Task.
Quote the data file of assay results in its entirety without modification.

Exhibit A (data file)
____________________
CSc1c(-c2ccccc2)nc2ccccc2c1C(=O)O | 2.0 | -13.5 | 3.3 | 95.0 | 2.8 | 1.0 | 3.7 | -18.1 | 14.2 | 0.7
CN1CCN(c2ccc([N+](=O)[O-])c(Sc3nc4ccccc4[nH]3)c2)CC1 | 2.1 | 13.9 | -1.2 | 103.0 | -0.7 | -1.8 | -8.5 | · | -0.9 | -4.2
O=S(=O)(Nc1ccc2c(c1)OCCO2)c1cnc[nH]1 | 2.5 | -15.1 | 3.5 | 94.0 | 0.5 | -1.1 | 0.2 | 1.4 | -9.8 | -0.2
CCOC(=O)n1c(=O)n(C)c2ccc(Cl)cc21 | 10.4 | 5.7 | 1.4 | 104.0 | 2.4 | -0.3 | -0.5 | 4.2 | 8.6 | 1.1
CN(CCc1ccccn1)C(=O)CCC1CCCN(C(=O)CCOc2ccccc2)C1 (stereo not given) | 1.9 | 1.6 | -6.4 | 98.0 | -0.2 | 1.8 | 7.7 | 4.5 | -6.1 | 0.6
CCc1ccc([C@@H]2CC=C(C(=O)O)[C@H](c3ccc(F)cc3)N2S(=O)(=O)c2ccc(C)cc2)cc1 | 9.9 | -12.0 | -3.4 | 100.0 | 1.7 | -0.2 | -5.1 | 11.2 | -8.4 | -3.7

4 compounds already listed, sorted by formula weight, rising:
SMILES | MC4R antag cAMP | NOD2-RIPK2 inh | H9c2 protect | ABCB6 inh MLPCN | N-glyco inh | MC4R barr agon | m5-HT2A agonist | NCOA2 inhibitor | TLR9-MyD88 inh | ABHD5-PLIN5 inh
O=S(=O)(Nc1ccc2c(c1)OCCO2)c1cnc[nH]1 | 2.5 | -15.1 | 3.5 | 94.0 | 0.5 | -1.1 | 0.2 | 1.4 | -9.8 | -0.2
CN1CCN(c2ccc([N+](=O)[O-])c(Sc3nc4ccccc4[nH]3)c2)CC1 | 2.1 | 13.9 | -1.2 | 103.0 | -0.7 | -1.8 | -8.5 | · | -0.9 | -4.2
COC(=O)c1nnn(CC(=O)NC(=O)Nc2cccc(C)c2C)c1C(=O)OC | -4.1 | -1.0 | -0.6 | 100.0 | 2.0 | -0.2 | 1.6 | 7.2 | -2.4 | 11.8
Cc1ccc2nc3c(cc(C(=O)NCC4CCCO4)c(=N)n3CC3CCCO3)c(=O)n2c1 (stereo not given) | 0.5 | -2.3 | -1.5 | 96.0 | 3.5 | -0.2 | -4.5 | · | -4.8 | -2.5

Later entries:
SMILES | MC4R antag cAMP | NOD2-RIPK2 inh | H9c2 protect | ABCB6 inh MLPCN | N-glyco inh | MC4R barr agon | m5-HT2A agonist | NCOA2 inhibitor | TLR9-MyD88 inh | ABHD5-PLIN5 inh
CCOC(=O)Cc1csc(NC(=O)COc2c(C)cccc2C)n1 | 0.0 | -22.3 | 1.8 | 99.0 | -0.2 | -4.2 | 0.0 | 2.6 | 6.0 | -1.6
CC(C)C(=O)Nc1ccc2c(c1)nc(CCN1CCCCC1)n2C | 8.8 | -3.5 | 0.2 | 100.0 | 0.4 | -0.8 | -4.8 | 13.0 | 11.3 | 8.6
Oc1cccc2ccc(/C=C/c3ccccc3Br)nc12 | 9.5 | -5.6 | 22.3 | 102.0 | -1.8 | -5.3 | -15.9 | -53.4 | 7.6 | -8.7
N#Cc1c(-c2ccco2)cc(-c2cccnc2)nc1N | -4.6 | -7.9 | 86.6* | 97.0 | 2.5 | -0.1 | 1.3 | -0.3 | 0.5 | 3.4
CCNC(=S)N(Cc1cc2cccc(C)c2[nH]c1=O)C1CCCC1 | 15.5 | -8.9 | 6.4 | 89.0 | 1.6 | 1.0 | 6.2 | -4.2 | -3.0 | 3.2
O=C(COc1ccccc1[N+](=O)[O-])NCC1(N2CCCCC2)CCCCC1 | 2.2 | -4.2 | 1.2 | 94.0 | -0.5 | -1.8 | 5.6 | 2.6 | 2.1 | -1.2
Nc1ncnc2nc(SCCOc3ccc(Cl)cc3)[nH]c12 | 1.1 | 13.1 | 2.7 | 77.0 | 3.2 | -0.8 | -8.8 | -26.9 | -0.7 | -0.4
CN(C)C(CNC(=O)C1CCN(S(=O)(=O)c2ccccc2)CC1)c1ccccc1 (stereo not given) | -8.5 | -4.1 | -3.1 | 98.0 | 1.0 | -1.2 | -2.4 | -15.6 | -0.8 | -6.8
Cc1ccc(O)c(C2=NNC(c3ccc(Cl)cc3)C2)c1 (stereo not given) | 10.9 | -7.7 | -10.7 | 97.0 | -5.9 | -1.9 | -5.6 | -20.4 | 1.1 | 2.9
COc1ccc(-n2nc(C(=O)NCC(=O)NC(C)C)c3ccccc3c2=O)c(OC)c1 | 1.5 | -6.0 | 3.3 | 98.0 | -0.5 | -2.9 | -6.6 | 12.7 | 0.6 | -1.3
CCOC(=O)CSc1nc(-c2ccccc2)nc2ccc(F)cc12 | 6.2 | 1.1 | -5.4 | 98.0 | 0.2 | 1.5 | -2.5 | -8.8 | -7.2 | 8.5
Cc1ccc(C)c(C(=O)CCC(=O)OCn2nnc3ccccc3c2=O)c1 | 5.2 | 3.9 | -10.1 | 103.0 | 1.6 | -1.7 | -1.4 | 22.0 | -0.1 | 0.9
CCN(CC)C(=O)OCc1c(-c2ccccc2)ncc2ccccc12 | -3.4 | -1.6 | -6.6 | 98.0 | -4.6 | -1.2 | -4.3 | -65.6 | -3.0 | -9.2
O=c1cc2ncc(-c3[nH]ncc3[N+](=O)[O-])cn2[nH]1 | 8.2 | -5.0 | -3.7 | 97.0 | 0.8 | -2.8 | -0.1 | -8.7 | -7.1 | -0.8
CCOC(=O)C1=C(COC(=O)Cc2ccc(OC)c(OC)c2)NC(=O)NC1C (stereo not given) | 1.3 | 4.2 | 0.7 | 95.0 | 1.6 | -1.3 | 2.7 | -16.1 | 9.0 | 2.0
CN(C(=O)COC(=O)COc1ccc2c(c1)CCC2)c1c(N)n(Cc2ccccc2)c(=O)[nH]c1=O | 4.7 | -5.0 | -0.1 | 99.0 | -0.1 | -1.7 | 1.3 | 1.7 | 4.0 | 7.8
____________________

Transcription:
CSc1c(-c2ccccc2)nc2ccccc2c1C(=O)O | 2.0 | -13.5 | 3.3 | 95.0 | 2.8 | 1.0 | 3.7 | -18.1 | 14.2 | 0.7
CN1CCN(c2ccc([N+](=O)[O-])c(Sc3nc4ccccc4[nH]3)c2)CC1 | 2.1 | 13.9 | -1.2 | 103.0 | -0.7 | -1.8 | -8.5 | · | -0.9 | -4.2
O=S(=O)(Nc1ccc2c(c1)OCCO2)c1cnc[nH]1 | 2.5 | -15.1 | 3.5 | 94.0 | 0.5 | -1.1 | 0.2 | 1.4 | -9.8 | -0.2
CCOC(=O)n1c(=O)n(C)c2ccc(Cl)cc21 | 10.4 | 5.7 | 1.4 | 104.0 | 2.4 | -0.3 | -0.5 | 4.2 | 8.6 | 1.1
CN(CCc1ccccn1)C(=O)CCC1CCCN(C(=O)CCOc2ccccc2)C1 (stereo not given) | 1.9 | 1.6 | -6.4 | 98.0 | -0.2 | 1.8 | 7.7 | 4.5 | -6.1 | 0.6
CCc1ccc([C@@H]2CC=C(C(=O)O)[C@H](c3ccc(F)cc3)N2S(=O)(=O)c2ccc(C)cc2)cc1 | 9.9 | -12.0 | -3.4 | 100.0 | 1.7 | -0.2 | -5.1 | 11.2 | -8.4 | -3.7

4 compounds already listed, sorted by formula weight, rising:
SMILES | MC4R antag cAMP | NOD2-RIPK2 inh | H9c2 protect | ABCB6 inh MLPCN | N-glyco inh | MC4R barr agon | m5-HT2A agonist | NCOA2 inhibitor | TLR9-MyD88 inh | ABHD5-PLIN5 inh
O=S(=O)(Nc1ccc2c(c1)OCCO2)c1cnc[nH]1 | 2.5 | -15.1 | 3.5 | 94.0 | 0.5 | -1.1 | 0.2 | 1.4 | -9.8 | -0.2
CN1CCN(c2ccc([N+](=O)[O-])c(Sc3nc4ccccc4[nH]3)c2)CC1 | 2.1 | 13.9 | -1.2 | 103.0 | -0.7 | -1.8 | -8.5 | · | -0.9 | -4.2
COC(=O)c1nnn(CC(=O)NC(=O)Nc2cccc(C)c2C)c1C(=O)OC | -4.1 | -1.0 | -0.6 | 100.0 | 2.0 | -0.2 | 1.6 | 7.2 | -2.4 | 11.8
Cc1ccc2nc3c(cc(C(=O)NCC4CCCO4)c(=N)n3CC3CCCO3)c(=O)n2c1 (stereo not given) | 0.5 | -2.3 | -1.5 | 96.0 | 3.5 | -0.2 | -4.5 | · | -4.8 | -2.5

Later entries:
SMILES | MC4R antag cAMP | NOD2-RIPK2 inh | H9c2 protect | ABCB6 inh MLPCN | N-glyco inh | MC4R barr agon | m5-HT2A agonist | NCOA2 inhibitor | TLR9-MyD88 inh | ABHD5-PLIN5 inh
CCOC(=O)Cc1csc(NC(=O)COc2c(C)cccc2C)n1 | 0.0 | -22.3 | 1.8 | 99.0 | -0.2 | -4.2 | 0.0 | 2.6 | 6.0 | -1.6
CC(C)C(=O)Nc1ccc2c(c1)nc(CCN1CCCCC1)n2C | 8.8 | -3.5 | 0.2 | 100.0 | 0.4 | -0.8 | -4.8 | 13.0 | 11.3 | 8.6
Oc1cccc2ccc(/C=C/c3ccccc3Br)nc12 | 9.5 | -5.6 | 22.3 | 102.0 | -1.8 | -5.3 | -15.9 | -53.4 | 7.6 | -8.7
N#Cc1c(-c2ccco2)cc(-c2cccnc2)nc1N | -4.6 | -7.9 | 86.6* | 97.0 | 2.5 | -0.1 | 1.3 | -0.3 | 0.5 | 3.4
CCNC(=S)N(Cc1cc2cccc(C)c2[nH]c1=O)C1CCCC1 | 15.5 | -8.9 | 6.4 | 89.0 | 1.6 | 1.0 | 6.2 | -4.2 | -3.0 | 3.2
O=C(COc1ccccc1[N+](=O)[O-])NCC1(N2CCCCC2)CCCCC1 | 2.2 | -4.2 | 1.2 | 94.0 | -0.5 | -1.8 | 5.6 | 2.6 | 2.1 | -1.2
Nc1ncnc2nc(SCCOc3ccc(Cl)cc3)[nH]c12 | 1.1 | 13.1 | 2.7 | 77.0 | 3.2 | -0.8 | -8.8 | -26.9 | -0.7 | -0.4
CN(C)C(CNC(=O)C1CCN(S(=O)(=O)c2ccccc2)CC1)c1ccccc1 (stereo not given) | -8.5 | -4.1 | -3.1 | 98.0 | 1.0 | -1.2 | -2.4 | -15.6 | -0.8 | -6.8
Cc1ccc(O)c(C2=NNC(c3ccc(Cl)cc3)C2)c1 (stereo not given) | 10.9 | -7.7 | -10.7 | 97.0 | -5.9 | -1.9 | -5.6 | -20.4 | 1.1 | 2.9
COc1ccc(-n2nc(C(=O)NCC(=O)NC(C)C)c3ccccc3c2=O)c(OC)c1 | 1.5 | -6.0 | 3.3 | 98.0 | -0.5 | -2.9 | -6.6 | 12.7 | 0.6 | -1.3
CCOC(=O)CSc1nc(-c2ccccc2)nc2ccc(F)cc12 | 6.2 | 1.1 | -5.4 | 98.0 | 0.2 | 1.5 | -2.5 | -8.8 | -7.2 | 8.5
Cc1ccc(C)c(C(=O)CCC(=O)OCn2nnc3ccccc3c2=O)c1 | 5.2 | 3.9 | -10.1 | 103.0 | 1.6 | -1.7 | -1.4 | 22.0 | -0.1 | 0.9
CCN(CC)C(=O)OCc1c(-c2ccccc2)ncc2ccccc12 | -3.4 | -1.6 | -6.6 | 98.0 | -4.6 | -1.2 | -4.3 | -65.6 | -3.0 | -9.2
O=c1cc2ncc(-c3[nH]ncc3[N+](=O)[O-])cn2[nH]1 | 8.2 | -5.0 | -3.7 | 97.0 | 0.8 | -2.8 | -0.1 | -8.7 | -7.1 | -0.8
CCOC(=O)C1=C(COC(=O)Cc2ccc(OC)c(OC)c2)NC(=O)NC1C (stereo not given) | 1.3 | 4.2 | 0.7 | 95.0 | 1.6 | -1.3 | 2.7 | -16.1 | 9.0 | 2.0
CN(C(=O)COC(=O)COc1ccc2c(c1)CCC2)c1c(N)n(Cc2ccccc2)c(=O)[nH]c1=O | 4.7 | -5.0 | -0.1 | 99.0 | -0.1 | -1.7 | 1.3 | 1.7 | 4.0 | 7.8